tv [untitled] September 3, 2013 1:30am-2:01am PDT
thank you, ladies and gentlemen. our maritime staff led by peter dealy, and our finance and administration staff led by elaine forbes. so, it is now my honor to welcome the man who has dedicated his life to transforming and improving our city, mayor ed lee. (applause) >> thank you. thank you, monique, for that wonderful introduction. and mr. redding, thank you again. welcome back. >> thank you. >> for a moment i felt how it is to waste some time. [laughter] >> don't do that very often these days. and i'm sure my colleagues at the board of supervisors also don't know how that feels very much. but i want to thank and welcome everybody here to our waterfront. this is the kind of event that we're happy to not only engage in, but to bring more people to our waterfront. that has been the purpose of the port for so many years. and i want to just congratulate
the port, its commission and the staff, because this is in fact 150 years of celebration of our port. and what a way to celebrate with all these wonderful things that are happening here. it's taken 15 years for this project to get done, 15 years. that's a 10th of the history of the port of san francisco. and there's a lot of people to thank and monique's already thanked them, but it's worth repeating. i think the big conservation development commission, the port commission, our port staff, public works, all our departments behind me, rec and park, our federal partners have certainly been extremely important. thank you to everyone for getting to this point. and thank you for the contractors as well, because this has been one of the most visible projects where people along the waterfront have traversed this project for quite sometime and did not experience any public safety challenges along the way. so, i want to thank them for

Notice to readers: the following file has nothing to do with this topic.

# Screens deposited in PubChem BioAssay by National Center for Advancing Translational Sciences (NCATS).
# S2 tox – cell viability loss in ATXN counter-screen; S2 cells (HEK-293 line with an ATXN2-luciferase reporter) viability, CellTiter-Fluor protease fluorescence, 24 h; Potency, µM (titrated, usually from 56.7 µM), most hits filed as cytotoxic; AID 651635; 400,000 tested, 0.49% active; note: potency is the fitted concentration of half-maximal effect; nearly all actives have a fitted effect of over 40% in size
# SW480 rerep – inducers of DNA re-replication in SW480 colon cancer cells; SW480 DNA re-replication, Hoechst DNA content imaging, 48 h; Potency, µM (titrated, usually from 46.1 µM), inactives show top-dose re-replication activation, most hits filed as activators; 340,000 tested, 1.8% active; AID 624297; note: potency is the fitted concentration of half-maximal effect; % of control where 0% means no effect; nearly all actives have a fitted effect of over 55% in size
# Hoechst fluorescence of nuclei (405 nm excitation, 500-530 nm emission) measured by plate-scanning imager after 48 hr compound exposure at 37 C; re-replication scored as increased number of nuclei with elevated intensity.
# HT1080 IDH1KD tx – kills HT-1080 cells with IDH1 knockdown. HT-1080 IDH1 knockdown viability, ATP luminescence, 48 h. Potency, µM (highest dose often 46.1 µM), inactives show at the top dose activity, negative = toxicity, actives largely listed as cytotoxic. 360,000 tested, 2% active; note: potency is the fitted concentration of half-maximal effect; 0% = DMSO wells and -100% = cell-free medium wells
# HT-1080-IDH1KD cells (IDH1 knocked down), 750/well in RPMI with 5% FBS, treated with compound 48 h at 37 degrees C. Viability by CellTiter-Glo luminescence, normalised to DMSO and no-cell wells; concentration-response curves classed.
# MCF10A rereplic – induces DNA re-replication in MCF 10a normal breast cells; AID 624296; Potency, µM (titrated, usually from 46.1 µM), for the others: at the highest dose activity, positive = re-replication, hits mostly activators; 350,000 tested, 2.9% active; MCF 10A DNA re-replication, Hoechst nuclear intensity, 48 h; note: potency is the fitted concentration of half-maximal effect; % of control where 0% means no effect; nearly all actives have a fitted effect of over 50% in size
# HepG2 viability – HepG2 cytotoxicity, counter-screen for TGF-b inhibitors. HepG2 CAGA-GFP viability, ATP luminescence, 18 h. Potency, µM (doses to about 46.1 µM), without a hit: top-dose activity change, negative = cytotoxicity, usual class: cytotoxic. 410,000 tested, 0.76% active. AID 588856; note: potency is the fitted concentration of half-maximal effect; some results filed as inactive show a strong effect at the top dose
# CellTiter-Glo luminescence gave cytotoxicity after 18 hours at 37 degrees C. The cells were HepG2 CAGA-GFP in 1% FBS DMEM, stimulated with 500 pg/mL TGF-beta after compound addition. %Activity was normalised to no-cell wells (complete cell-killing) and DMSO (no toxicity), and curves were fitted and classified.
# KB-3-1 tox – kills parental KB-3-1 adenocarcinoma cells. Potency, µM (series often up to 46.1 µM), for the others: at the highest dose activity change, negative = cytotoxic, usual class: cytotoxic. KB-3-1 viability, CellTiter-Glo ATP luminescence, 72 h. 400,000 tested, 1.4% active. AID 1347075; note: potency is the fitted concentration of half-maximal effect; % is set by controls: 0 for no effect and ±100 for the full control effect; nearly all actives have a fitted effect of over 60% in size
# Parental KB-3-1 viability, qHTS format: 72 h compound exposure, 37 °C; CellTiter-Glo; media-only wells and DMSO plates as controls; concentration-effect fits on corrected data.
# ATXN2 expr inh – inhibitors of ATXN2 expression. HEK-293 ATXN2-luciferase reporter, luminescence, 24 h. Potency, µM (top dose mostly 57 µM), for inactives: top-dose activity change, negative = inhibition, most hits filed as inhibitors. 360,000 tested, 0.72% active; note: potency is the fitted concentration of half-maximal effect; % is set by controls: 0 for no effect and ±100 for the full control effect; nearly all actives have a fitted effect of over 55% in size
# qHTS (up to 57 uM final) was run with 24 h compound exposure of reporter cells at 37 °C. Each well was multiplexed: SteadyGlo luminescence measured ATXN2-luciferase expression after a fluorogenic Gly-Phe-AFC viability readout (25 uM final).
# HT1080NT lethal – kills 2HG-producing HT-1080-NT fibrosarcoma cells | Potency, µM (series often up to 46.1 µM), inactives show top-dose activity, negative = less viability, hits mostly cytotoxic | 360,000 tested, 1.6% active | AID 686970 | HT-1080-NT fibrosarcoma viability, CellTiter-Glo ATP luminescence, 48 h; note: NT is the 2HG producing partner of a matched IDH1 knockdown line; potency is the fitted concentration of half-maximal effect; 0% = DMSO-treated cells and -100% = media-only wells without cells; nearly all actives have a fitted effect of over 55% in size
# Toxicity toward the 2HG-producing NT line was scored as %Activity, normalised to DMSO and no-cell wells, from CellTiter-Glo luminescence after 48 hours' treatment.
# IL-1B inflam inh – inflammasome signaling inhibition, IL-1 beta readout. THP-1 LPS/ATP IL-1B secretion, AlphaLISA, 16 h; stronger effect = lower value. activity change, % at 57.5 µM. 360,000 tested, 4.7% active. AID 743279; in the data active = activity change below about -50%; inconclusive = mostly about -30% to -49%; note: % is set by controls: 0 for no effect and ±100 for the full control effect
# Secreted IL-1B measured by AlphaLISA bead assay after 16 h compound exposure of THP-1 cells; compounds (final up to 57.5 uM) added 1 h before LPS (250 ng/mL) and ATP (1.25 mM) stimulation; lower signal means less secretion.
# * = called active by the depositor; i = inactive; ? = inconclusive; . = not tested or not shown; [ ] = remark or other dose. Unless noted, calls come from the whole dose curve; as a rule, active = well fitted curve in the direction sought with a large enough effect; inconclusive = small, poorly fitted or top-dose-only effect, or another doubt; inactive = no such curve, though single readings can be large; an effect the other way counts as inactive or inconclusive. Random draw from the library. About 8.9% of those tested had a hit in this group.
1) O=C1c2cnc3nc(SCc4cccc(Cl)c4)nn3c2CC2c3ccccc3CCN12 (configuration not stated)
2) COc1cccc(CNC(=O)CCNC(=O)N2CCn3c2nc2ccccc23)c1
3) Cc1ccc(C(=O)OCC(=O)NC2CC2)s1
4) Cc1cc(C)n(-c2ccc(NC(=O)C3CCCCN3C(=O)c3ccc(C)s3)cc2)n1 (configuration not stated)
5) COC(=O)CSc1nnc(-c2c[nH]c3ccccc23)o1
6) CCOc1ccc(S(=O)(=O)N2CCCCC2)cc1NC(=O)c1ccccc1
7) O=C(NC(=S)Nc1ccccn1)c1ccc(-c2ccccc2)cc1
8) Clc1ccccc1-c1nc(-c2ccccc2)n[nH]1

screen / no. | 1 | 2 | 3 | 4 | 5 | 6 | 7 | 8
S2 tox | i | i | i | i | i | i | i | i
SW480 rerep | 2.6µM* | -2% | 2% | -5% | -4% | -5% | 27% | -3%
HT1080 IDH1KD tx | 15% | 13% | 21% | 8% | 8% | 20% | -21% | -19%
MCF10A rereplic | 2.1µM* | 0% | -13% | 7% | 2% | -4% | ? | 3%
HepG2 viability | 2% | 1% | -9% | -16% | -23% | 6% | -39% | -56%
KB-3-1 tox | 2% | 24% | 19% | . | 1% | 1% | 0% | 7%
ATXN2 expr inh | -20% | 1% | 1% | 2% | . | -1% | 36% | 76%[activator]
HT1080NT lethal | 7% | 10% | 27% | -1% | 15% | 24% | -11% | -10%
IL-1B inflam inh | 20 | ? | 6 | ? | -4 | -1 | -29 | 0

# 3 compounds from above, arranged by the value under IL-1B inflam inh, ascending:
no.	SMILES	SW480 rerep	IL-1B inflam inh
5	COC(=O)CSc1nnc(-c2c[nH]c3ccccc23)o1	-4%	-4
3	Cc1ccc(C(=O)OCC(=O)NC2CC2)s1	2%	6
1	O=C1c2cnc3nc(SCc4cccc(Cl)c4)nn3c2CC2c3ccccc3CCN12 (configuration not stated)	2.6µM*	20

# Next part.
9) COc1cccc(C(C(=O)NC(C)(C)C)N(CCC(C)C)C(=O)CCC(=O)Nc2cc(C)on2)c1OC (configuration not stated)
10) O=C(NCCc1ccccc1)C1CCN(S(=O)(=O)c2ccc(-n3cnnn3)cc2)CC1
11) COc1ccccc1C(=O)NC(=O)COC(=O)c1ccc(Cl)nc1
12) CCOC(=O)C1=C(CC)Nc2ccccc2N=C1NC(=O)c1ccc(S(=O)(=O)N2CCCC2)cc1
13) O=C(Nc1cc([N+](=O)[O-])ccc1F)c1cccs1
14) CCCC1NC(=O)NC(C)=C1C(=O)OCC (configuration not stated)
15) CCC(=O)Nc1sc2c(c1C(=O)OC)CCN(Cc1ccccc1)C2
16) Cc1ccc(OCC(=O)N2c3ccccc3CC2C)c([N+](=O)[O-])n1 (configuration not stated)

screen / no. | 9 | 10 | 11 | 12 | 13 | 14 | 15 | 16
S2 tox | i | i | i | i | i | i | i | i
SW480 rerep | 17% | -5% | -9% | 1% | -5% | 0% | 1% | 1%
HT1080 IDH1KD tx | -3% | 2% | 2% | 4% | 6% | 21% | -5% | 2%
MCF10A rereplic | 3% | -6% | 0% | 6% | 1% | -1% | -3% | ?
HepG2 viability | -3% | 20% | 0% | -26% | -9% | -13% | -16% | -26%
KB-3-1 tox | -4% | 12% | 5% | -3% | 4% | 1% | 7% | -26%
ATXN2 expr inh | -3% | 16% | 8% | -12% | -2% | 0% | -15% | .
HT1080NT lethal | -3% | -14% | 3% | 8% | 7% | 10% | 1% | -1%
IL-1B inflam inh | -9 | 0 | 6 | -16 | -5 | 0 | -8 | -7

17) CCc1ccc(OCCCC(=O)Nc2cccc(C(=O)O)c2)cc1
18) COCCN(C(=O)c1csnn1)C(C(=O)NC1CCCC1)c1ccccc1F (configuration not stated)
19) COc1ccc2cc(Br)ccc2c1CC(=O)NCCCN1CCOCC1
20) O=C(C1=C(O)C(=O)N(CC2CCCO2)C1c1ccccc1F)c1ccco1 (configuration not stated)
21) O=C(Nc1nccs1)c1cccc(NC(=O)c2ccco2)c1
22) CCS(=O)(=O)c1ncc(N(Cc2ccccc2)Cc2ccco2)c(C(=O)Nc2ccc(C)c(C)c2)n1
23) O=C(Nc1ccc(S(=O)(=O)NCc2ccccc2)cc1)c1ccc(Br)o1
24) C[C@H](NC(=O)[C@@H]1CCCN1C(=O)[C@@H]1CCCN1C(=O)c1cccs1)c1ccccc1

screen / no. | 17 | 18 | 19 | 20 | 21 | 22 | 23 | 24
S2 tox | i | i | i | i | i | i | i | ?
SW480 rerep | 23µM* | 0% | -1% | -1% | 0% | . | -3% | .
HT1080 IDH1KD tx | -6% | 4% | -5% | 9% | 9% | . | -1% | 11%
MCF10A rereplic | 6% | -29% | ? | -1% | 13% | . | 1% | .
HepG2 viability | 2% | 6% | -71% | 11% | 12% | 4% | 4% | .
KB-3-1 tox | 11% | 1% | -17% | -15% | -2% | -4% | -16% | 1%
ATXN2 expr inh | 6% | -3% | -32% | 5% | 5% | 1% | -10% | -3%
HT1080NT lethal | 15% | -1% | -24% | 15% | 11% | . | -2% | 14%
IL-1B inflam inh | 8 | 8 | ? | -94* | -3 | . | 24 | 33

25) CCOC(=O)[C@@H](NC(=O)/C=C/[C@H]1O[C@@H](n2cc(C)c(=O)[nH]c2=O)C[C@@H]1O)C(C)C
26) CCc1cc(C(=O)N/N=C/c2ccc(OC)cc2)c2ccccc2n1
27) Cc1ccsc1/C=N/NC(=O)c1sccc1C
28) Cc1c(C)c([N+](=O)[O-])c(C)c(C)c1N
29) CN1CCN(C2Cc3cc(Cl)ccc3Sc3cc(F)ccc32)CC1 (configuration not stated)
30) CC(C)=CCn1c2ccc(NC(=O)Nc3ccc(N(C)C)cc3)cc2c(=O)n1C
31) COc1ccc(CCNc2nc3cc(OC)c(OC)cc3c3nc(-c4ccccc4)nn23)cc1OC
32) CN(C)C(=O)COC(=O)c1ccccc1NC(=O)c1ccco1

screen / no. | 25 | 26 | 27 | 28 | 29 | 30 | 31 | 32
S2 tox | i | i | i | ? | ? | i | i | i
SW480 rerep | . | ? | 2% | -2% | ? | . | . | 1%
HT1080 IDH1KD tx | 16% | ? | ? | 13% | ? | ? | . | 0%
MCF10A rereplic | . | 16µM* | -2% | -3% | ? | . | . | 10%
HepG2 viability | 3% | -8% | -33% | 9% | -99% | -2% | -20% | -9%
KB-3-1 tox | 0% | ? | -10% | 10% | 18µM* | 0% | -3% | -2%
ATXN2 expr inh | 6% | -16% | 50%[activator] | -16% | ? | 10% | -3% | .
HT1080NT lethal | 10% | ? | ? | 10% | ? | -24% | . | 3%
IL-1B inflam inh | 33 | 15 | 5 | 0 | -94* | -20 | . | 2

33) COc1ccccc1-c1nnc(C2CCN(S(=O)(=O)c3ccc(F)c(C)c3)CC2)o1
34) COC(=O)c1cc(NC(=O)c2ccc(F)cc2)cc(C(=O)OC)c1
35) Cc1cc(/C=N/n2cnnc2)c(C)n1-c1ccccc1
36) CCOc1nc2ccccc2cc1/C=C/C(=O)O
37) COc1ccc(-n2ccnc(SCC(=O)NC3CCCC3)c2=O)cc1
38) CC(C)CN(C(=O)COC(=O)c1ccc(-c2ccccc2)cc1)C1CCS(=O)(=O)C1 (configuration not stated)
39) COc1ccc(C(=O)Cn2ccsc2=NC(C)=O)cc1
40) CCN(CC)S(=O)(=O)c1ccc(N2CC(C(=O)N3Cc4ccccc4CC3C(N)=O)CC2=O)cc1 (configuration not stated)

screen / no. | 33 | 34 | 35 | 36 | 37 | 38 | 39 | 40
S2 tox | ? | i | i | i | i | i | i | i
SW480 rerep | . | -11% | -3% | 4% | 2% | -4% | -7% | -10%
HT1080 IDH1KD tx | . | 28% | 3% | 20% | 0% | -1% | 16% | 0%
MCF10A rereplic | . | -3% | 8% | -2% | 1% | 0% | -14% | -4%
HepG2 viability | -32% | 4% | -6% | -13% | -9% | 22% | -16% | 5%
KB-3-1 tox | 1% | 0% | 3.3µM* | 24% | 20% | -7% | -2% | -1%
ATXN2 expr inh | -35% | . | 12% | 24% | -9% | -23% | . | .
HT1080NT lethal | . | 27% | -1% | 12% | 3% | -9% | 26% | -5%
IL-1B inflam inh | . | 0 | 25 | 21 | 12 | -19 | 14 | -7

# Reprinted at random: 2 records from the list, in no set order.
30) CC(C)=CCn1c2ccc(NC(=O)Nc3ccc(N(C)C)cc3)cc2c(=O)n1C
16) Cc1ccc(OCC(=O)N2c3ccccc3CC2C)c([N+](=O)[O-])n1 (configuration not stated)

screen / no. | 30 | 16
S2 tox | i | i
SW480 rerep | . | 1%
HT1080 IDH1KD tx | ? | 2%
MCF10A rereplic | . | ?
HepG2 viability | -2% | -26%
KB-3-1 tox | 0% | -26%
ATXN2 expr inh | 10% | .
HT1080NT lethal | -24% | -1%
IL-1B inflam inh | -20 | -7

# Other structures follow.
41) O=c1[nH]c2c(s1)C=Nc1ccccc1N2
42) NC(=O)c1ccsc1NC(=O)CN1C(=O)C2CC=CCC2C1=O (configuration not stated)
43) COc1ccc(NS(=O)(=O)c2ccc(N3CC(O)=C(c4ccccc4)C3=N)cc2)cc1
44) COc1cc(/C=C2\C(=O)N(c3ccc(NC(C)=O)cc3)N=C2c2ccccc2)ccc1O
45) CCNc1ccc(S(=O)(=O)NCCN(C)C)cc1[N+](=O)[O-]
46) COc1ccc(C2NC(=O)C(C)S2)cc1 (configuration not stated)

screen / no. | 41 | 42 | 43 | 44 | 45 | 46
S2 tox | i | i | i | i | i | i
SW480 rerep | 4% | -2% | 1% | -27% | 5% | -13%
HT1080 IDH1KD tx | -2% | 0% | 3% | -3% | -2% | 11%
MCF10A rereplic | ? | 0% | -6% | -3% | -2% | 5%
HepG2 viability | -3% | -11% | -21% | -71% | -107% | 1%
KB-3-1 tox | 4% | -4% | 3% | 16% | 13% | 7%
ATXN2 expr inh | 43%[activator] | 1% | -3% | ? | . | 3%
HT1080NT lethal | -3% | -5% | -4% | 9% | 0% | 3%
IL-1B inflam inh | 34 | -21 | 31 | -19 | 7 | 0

that high level of safety. 840 feet alongside our embarcadaro promenade, really blessed to have two beautiful acres of open space to welcome more people to enjoy our waterfront. that is what our city does, especially in these times along our waterfront. you've seen all the things that we've done literally in the past year. brannon street wharf today. last june we had the privilege of opening up just up north jefferson street promenade. february earlier this year, we did the james cruise ship terminal, the cruise ship terminal at pier 27. of course, last november we all did a lot of great celebration just a little bit more south here at head park, 22 acres of open space. we're literally honoring our open space obligations and doing it the right way.
this particular project is impressive not only for its beauty and opening up more space, but it does in a seismically safe way and in a sustainable way accommodate some 75 years of projected sea level lies for our city. and that's incredible because we always are having to pay attention to all of our environment around our city. we're three quarters the bay. and, so, that's a respectful thing. we do it on ocean beach. we do it on the long golden gate. our maritime. of course, here in our waterfront. it's all also about history, not just with otis redding iii, not with the 150 years here, but the history that's represented by the panels you see, the interpretive art panels that are on display here. eight panels in total, but they